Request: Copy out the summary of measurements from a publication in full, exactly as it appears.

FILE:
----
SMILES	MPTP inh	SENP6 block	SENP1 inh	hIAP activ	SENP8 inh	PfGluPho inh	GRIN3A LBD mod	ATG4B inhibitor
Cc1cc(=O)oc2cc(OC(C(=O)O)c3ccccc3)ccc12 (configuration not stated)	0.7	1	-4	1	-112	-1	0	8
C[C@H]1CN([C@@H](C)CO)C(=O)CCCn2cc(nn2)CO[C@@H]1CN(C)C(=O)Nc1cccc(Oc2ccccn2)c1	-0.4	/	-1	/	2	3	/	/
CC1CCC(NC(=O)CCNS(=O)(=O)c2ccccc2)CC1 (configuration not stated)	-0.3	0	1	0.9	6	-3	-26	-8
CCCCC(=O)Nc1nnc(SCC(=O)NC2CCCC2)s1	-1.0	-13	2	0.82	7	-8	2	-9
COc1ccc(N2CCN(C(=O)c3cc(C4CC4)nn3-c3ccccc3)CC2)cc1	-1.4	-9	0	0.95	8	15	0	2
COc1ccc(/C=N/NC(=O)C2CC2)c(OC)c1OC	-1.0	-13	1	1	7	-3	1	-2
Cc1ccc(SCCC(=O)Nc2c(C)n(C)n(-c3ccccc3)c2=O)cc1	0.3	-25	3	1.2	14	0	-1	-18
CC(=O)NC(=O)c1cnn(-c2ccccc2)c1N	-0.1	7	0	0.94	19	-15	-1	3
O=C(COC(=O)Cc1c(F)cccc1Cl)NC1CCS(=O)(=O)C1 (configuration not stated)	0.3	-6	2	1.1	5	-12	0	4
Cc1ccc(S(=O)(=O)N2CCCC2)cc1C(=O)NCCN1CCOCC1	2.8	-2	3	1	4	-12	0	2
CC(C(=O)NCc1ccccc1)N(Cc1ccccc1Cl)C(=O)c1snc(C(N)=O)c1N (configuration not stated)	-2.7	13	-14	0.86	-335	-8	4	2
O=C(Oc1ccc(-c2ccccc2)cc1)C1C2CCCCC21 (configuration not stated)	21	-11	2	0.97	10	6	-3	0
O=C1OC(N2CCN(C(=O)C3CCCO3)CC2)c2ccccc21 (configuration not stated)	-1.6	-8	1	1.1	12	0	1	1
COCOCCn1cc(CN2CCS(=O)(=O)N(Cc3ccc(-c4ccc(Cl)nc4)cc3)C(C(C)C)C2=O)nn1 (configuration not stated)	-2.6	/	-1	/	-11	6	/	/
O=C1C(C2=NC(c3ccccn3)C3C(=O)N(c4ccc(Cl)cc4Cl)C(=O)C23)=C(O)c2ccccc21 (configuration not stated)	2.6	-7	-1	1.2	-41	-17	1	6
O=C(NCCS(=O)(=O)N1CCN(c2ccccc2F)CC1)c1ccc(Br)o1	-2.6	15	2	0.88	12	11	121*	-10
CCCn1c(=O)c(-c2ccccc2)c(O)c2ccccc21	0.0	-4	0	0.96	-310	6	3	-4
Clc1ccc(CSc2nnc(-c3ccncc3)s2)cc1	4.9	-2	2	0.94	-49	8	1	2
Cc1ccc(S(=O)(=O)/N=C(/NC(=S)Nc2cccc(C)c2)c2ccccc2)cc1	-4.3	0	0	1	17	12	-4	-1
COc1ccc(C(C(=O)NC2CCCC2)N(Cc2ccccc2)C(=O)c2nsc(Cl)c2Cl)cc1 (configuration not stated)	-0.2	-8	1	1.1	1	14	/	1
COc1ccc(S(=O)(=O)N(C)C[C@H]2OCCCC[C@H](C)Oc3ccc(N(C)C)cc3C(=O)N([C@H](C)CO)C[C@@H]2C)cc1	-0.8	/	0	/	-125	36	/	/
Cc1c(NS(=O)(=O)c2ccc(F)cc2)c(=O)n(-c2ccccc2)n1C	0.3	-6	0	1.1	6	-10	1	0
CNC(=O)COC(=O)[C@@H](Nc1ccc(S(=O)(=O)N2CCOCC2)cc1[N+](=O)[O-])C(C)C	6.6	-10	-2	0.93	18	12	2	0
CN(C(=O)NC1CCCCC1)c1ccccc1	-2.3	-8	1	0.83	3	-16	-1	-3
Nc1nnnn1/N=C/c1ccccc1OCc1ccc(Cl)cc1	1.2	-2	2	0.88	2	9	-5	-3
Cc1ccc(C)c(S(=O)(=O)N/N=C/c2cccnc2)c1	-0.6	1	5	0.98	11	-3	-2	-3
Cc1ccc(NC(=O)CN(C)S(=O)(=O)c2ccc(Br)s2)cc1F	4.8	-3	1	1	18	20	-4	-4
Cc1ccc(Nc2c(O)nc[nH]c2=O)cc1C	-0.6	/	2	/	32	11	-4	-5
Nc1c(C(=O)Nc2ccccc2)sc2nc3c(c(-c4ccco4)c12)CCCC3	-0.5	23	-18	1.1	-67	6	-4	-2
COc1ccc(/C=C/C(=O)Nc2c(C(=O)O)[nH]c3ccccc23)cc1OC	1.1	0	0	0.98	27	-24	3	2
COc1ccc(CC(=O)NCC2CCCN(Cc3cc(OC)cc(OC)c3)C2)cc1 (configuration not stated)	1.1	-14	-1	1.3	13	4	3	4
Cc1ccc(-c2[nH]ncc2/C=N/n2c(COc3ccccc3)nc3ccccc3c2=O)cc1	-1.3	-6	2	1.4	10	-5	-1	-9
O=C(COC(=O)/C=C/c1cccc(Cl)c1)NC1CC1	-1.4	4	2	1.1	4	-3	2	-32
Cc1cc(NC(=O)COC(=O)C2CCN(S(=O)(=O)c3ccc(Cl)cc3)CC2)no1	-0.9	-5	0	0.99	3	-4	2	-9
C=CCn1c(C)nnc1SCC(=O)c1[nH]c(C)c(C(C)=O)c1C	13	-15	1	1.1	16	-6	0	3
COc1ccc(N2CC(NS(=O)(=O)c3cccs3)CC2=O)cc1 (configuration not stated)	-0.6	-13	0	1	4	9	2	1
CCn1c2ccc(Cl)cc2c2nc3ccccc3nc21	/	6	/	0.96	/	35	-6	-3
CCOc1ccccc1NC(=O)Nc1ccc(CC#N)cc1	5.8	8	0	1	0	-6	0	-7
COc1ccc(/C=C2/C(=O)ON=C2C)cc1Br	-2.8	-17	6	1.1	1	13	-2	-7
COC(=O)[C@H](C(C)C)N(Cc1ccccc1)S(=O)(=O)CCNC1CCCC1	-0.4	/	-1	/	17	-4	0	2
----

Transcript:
SMILES	MPTP inh	SENP6 block	SENP1 inh	hIAP activ	SENP8 inh	PfGluPho inh	GRIN3A LBD mod	ATG4B inhibitor
Cc1cc(=O)oc2cc(OC(C(=O)O)c3ccccc3)ccc12 (configuration not stated)	0.7	1	-4	1	-112	-1	0	8
C[C@H]1CN([C@@H](C)CO)C(=O)CCCn2cc(nn2)CO[C@@H]1CN(C)C(=O)Nc1cccc(Oc2ccccn2)c1	-0.4	/	-1	/	2	3	/	/
CC1CCC(NC(=O)CCNS(=O)(=O)c2ccccc2)CC1 (configuration not stated)	-0.3	0	1	0.9	6	-3	-26	-8
CCCCC(=O)Nc1nnc(SCC(=O)NC2CCCC2)s1	-1.0	-13	2	0.82	7	-8	2	-9
COc1ccc(N2CCN(C(=O)c3cc(C4CC4)nn3-c3ccccc3)CC2)cc1	-1.4	-9	0	0.95	8	15	0	2
COc1ccc(/C=N/NC(=O)C2CC2)c(OC)c1OC	-1.0	-13	1	1	7	-3	1	-2
Cc1ccc(SCCC(=O)Nc2c(C)n(C)n(-c3ccccc3)c2=O)cc1	0.3	-25	3	1.2	14	0	-1	-18
CC(=O)NC(=O)c1cnn(-c2ccccc2)c1N	-0.1	7	0	0.94	19	-15	-1	3
O=C(COC(=O)Cc1c(F)cccc1Cl)NC1CCS(=O)(=O)C1 (configuration not stated)	0.3	-6	2	1.1	5	-12	0	4
Cc1ccc(S(=O)(=O)N2CCCC2)cc1C(=O)NCCN1CCOCC1	2.8	-2	3	1	4	-12	0	2
CC(C(=O)NCc1ccccc1)N(Cc1ccccc1Cl)C(=O)c1snc(C(N)=O)c1N (configuration not stated)	-2.7	13	-14	0.86	-335	-8	4	2
O=C(Oc1ccc(-c2ccccc2)cc1)C1C2CCCCC21 (configuration not stated)	21	-11	2	0.97	10	6	-3	0
O=C1OC(N2CCN(C(=O)C3CCCO3)CC2)c2ccccc21 (configuration not stated)	-1.6	-8	1	1.1	12	0	1	1
COCOCCn1cc(CN2CCS(=O)(=O)N(Cc3ccc(-c4ccc(Cl)nc4)cc3)C(C(C)C)C2=O)nn1 (configuration not stated)	-2.6	/	-1	/	-11	6	/	/
O=C1C(C2=NC(c3ccccn3)C3C(=O)N(c4ccc(Cl)cc4Cl)C(=O)C23)=C(O)c2ccccc21 (configuration not stated)	2.6	-7	-1	1.2	-41	-17	1	6
O=C(NCCS(=O)(=O)N1CCN(c2ccccc2F)CC1)c1ccc(Br)o1	-2.6	15	2	0.88	12	11	121*	-10
CCCn1c(=O)c(-c2ccccc2)c(O)c2ccccc21	0.0	-4	0	0.96	-310	6	3	-4
Clc1ccc(CSc2nnc(-c3ccncc3)s2)cc1	4.9	-2	2	0.94	-49	8	1	2
Cc1ccc(S(=O)(=O)/N=C(/NC(=S)Nc2cccc(C)c2)c2ccccc2)cc1	-4.3	0	0	1	17	12	-4	-1
COc1ccc(C(C(=O)NC2CCCC2)N(Cc2ccccc2)C(=O)c2nsc(Cl)c2Cl)cc1 (configuration not stated)	-0.2	-8	1	1.1	1	14	/	1
COc1ccc(S(=O)(=O)N(C)C[C@H]2OCCCC[C@H](C)Oc3ccc(N(C)C)cc3C(=O)N([C@H](C)CO)C[C@@H]2C)cc1	-0.8	/	0	/	-125	36	/	/
Cc1c(NS(=O)(=O)c2ccc(F)cc2)c(=O)n(-c2ccccc2)n1C	0.3	-6	0	1.1	6	-10	1	0
CNC(=O)COC(=O)[C@@H](Nc1ccc(S(=O)(=O)N2CCOCC2)cc1[N+](=O)[O-])C(C)C	6.6	-10	-2	0.93	18	12	2	0
CN(C(=O)NC1CCCCC1)c1ccccc1	-2.3	-8	1	0.83	3	-16	-1	-3
Nc1nnnn1/N=C/c1ccccc1OCc1ccc(Cl)cc1	1.2	-2	2	0.88	2	9	-5	-3
Cc1ccc(C)c(S(=O)(=O)N/N=C/c2cccnc2)c1	-0.6	1	5	0.98	11	-3	-2	-3
Cc1ccc(NC(=O)CN(C)S(=O)(=O)c2ccc(Br)s2)cc1F	4.8	-3	1	1	18	20	-4	-4
Cc1ccc(Nc2c(O)nc[nH]c2=O)cc1C	-0.6	/	2	/	32	11	-4	-5
Nc1c(C(=O)Nc2ccccc2)sc2nc3c(c(-c4ccco4)c12)CCCC3	-0.5	23	-18	1.1	-67	6	-4	-2
COc1ccc(/C=C/C(=O)Nc2c(C(=O)O)[nH]c3ccccc23)cc1OC	1.1	0	0	0.98	27	-24	3	2
COc1ccc(CC(=O)NCC2CCCN(Cc3cc(OC)cc(OC)c3)C2)cc1 (configuration not stated)	1.1	-14	-1	1.3	13	4	3	4
Cc1ccc(-c2[nH]ncc2/C=N/n2c(COc3ccccc3)nc3ccccc3c2=O)cc1	-1.3	-6	2	1.4	10	-5	-1	-9
O=C(COC(=O)/C=C/c1cccc(Cl)c1)NC1CC1	-1.4	4	2	1.1	4	-3	2	-32
Cc1cc(NC(=O)COC(=O)C2CCN(S(=O)(=O)c3ccc(Cl)cc3)CC2)no1	-0.9	-5	0	0.99	3	-4	2	-9
C=CCn1c(C)nnc1SCC(=O)c1[nH]c(C)c(C(C)=O)c1C	13	-15	1	1.1	16	-6	0	3
COc1ccc(N2CC(NS(=O)(=O)c3cccs3)CC2=O)cc1 (configuration not stated)	-0.6	-13	0	1	4	9	2	1
CCn1c2ccc(Cl)cc2c2nc3ccccc3nc21	/	6	/	0.96	/	35	-6	-3
CCOc1ccccc1NC(=O)Nc1ccc(CC#N)cc1	5.8	8	0	1	0	-6	0	-7
COc1ccc(/C=C2/C(=O)ON=C2C)cc1Br	-2.8	-17	6	1.1	1	13	-2	-7
COC(=O)[C@H](C(C)C)N(Cc1ccccc1)S(=O)(=O)CCNC1CCCC1	-0.4	/	-1	/	17	-4	0	2